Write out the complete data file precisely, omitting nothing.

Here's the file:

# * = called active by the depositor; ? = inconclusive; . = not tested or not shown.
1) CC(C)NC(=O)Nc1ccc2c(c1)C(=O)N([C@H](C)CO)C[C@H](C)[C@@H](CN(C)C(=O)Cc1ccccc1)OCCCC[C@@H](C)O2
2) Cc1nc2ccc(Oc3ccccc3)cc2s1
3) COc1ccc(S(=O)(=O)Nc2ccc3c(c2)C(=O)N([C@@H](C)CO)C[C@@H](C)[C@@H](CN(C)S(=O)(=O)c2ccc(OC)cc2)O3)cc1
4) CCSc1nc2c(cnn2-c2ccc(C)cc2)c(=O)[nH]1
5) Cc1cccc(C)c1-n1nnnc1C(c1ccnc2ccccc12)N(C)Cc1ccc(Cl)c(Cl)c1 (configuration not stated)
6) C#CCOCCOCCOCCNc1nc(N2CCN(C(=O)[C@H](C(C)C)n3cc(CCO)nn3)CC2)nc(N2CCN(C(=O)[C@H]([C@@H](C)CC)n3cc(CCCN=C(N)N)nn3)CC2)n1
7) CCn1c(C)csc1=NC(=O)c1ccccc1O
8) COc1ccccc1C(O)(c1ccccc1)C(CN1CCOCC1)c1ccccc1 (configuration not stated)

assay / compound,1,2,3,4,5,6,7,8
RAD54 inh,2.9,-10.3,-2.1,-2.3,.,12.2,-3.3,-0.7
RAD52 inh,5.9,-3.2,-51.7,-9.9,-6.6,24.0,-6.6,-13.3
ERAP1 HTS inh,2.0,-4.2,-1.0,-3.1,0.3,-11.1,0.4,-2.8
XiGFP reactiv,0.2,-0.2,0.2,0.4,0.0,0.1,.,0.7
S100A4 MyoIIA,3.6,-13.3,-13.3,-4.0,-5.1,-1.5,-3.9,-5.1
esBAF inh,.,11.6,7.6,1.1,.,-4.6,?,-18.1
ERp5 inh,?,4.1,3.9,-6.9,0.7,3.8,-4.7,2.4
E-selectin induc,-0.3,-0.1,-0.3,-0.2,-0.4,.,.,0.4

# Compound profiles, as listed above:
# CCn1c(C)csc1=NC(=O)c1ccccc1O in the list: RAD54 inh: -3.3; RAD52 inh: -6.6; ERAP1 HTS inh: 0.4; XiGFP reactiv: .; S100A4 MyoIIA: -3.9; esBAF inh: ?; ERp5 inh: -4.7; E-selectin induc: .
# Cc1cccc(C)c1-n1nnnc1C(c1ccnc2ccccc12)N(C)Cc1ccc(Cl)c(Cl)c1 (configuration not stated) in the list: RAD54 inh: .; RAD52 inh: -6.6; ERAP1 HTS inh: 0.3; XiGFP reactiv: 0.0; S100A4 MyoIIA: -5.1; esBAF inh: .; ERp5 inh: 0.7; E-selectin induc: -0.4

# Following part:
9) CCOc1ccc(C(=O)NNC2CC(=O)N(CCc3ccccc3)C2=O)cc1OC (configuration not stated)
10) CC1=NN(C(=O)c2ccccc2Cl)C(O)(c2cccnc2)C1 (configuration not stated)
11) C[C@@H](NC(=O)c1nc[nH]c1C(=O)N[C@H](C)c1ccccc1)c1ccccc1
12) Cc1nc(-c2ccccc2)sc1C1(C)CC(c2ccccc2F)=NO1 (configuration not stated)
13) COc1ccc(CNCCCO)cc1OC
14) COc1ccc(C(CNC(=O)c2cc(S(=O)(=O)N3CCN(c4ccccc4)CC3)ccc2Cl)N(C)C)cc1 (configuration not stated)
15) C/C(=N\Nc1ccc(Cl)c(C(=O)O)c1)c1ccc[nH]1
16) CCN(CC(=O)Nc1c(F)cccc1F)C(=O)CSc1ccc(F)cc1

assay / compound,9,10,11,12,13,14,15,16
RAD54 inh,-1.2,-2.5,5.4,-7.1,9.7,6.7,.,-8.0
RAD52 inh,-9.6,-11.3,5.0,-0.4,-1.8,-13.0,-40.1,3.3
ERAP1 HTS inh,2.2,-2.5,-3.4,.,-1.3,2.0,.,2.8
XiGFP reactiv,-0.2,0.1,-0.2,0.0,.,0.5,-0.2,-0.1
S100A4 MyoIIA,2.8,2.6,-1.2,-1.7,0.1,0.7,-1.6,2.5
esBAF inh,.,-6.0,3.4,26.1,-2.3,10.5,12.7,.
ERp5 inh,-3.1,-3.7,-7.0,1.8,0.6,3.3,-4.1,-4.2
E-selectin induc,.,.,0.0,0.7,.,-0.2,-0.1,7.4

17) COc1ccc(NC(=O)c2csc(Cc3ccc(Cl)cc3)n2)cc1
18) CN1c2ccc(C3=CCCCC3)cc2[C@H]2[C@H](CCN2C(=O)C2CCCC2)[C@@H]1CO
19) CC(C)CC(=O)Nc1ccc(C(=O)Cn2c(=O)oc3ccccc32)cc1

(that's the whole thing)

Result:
# * = called active by the depositor; ? = inconclusive; . = not tested or not shown.
1) CC(C)NC(=O)Nc1ccc2c(c1)C(=O)N([C@H](C)CO)C[C@H](C)[C@@H](CN(C)C(=O)Cc1ccccc1)OCCCC[C@@H](C)O2
2) Cc1nc2ccc(Oc3ccccc3)cc2s1
3) COc1ccc(S(=O)(=O)Nc2ccc3c(c2)C(=O)N([C@@H](C)CO)C[C@@H](C)[C@@H](CN(C)S(=O)(=O)c2ccc(OC)cc2)O3)cc1
4) CCSc1nc2c(cnn2-c2ccc(C)cc2)c(=O)[nH]1
5) Cc1cccc(C)c1-n1nnnc1C(c1ccnc2ccccc12)N(C)Cc1ccc(Cl)c(Cl)c1 (configuration not stated)
6) C#CCOCCOCCOCCNc1nc(N2CCN(C(=O)[C@H](C(C)C)n3cc(CCO)nn3)CC2)nc(N2CCN(C(=O)[C@H]([C@@H](C)CC)n3cc(CCCN=C(N)N)nn3)CC2)n1
7) CCn1c(C)csc1=NC(=O)c1ccccc1O
8) COc1ccccc1C(O)(c1ccccc1)C(CN1CCOCC1)c1ccccc1 (configuration not stated)

assay / compound,1,2,3,4,5,6,7,8
RAD54 inh,2.9,-10.3,-2.1,-2.3,.,12.2,-3.3,-0.7
RAD52 inh,5.9,-3.2,-51.7,-9.9,-6.6,24.0,-6.6,-13.3
ERAP1 HTS inh,2.0,-4.2,-1.0,-3.1,0.3,-11.1,0.4,-2.8
XiGFP reactiv,0.2,-0.2,0.2,0.4,0.0,0.1,.,0.7
S100A4 MyoIIA,3.6,-13.3,-13.3,-4.0,-5.1,-1.5,-3.9,-5.1
esBAF inh,.,11.6,7.6,1.1,.,-4.6,?,-18.1
ERp5 inh,?,4.1,3.9,-6.9,0.7,3.8,-4.7,2.4
E-selectin induc,-0.3,-0.1,-0.3,-0.2,-0.4,.,.,0.4

# Compound profiles, as listed above:
# CCn1c(C)csc1=NC(=O)c1ccccc1O in the list: RAD54 inh: -3.3; RAD52 inh: -6.6; ERAP1 HTS inh: 0.4; XiGFP reactiv: .; S100A4 MyoIIA: -3.9; esBAF inh: ?; ERp5 inh: -4.7; E-selectin induc: .
# Cc1cccc(C)c1-n1nnnc1C(c1ccnc2ccccc12)N(C)Cc1ccc(Cl)c(Cl)c1 (configuration not stated) in the list: RAD54 inh: .; RAD52 inh: -6.6; ERAP1 HTS inh: 0.3; XiGFP reactiv: 0.0; S100A4 MyoIIA: -5.1; esBAF inh: .; ERp5 inh: 0.7; E-selectin induc: -0.4

# Following part:
9) CCOc1ccc(C(=O)NNC2CC(=O)N(CCc3ccccc3)C2=O)cc1OC (configuration not stated)
10) CC1=NN(C(=O)c2ccccc2Cl)C(O)(c2cccnc2)C1 (configuration not stated)
11) C[C@@H](NC(=O)c1nc[nH]c1C(=O)N[C@H](C)c1ccccc1)c1ccccc1
12) Cc1nc(-c2ccccc2)sc1C1(C)CC(c2ccccc2F)=NO1 (configuration not stated)
13) COc1ccc(CNCCCO)cc1OC
14) COc1ccc(C(CNC(=O)c2cc(S(=O)(=O)N3CCN(c4ccccc4)CC3)ccc2Cl)N(C)C)cc1 (configuration not stated)
15) C/C(=N\Nc1ccc(Cl)c(C(=O)O)c1)c1ccc[nH]1
16) CCN(CC(=O)Nc1c(F)cccc1F)C(=O)CSc1ccc(F)cc1

assay / compound,9,10,11,12,13,14,15,16
RAD54 inh,-1.2,-2.5,5.4,-7.1,9.7,6.7,.,-8.0
RAD52 inh,-9.6,-11.3,5.0,-0.4,-1.8,-13.0,-40.1,3.3
ERAP1 HTS inh,2.2,-2.5,-3.4,.,-1.3,2.0,.,2.8
XiGFP reactiv,-0.2,0.1,-0.2,0.0,.,0.5,-0.2,-0.1
S100A4 MyoIIA,2.8,2.6,-1.2,-1.7,0.1,0.7,-1.6,2.5
esBAF inh,.,-6.0,3.4,26.1,-2.3,10.5,12.7,.
ERp5 inh,-3.1,-3.7,-7.0,1.8,0.6,3.3,-4.1,-4.2
E-selectin induc,.,.,0.0,0.7,.,-0.2,-0.1,7.4

17) COc1ccc(NC(=O)c2csc(Cc3ccc(Cl)cc3)n2)cc1
18) CN1c2ccc(C3=CCCCC3)cc2[C@H]2[C@H](CCN2C(=O)C2CCCC2)[C@@H]1CO
19) CC(C)CC(=O)Nc1ccc(C(=O)Cn2c(=O)oc3ccccc32)cc1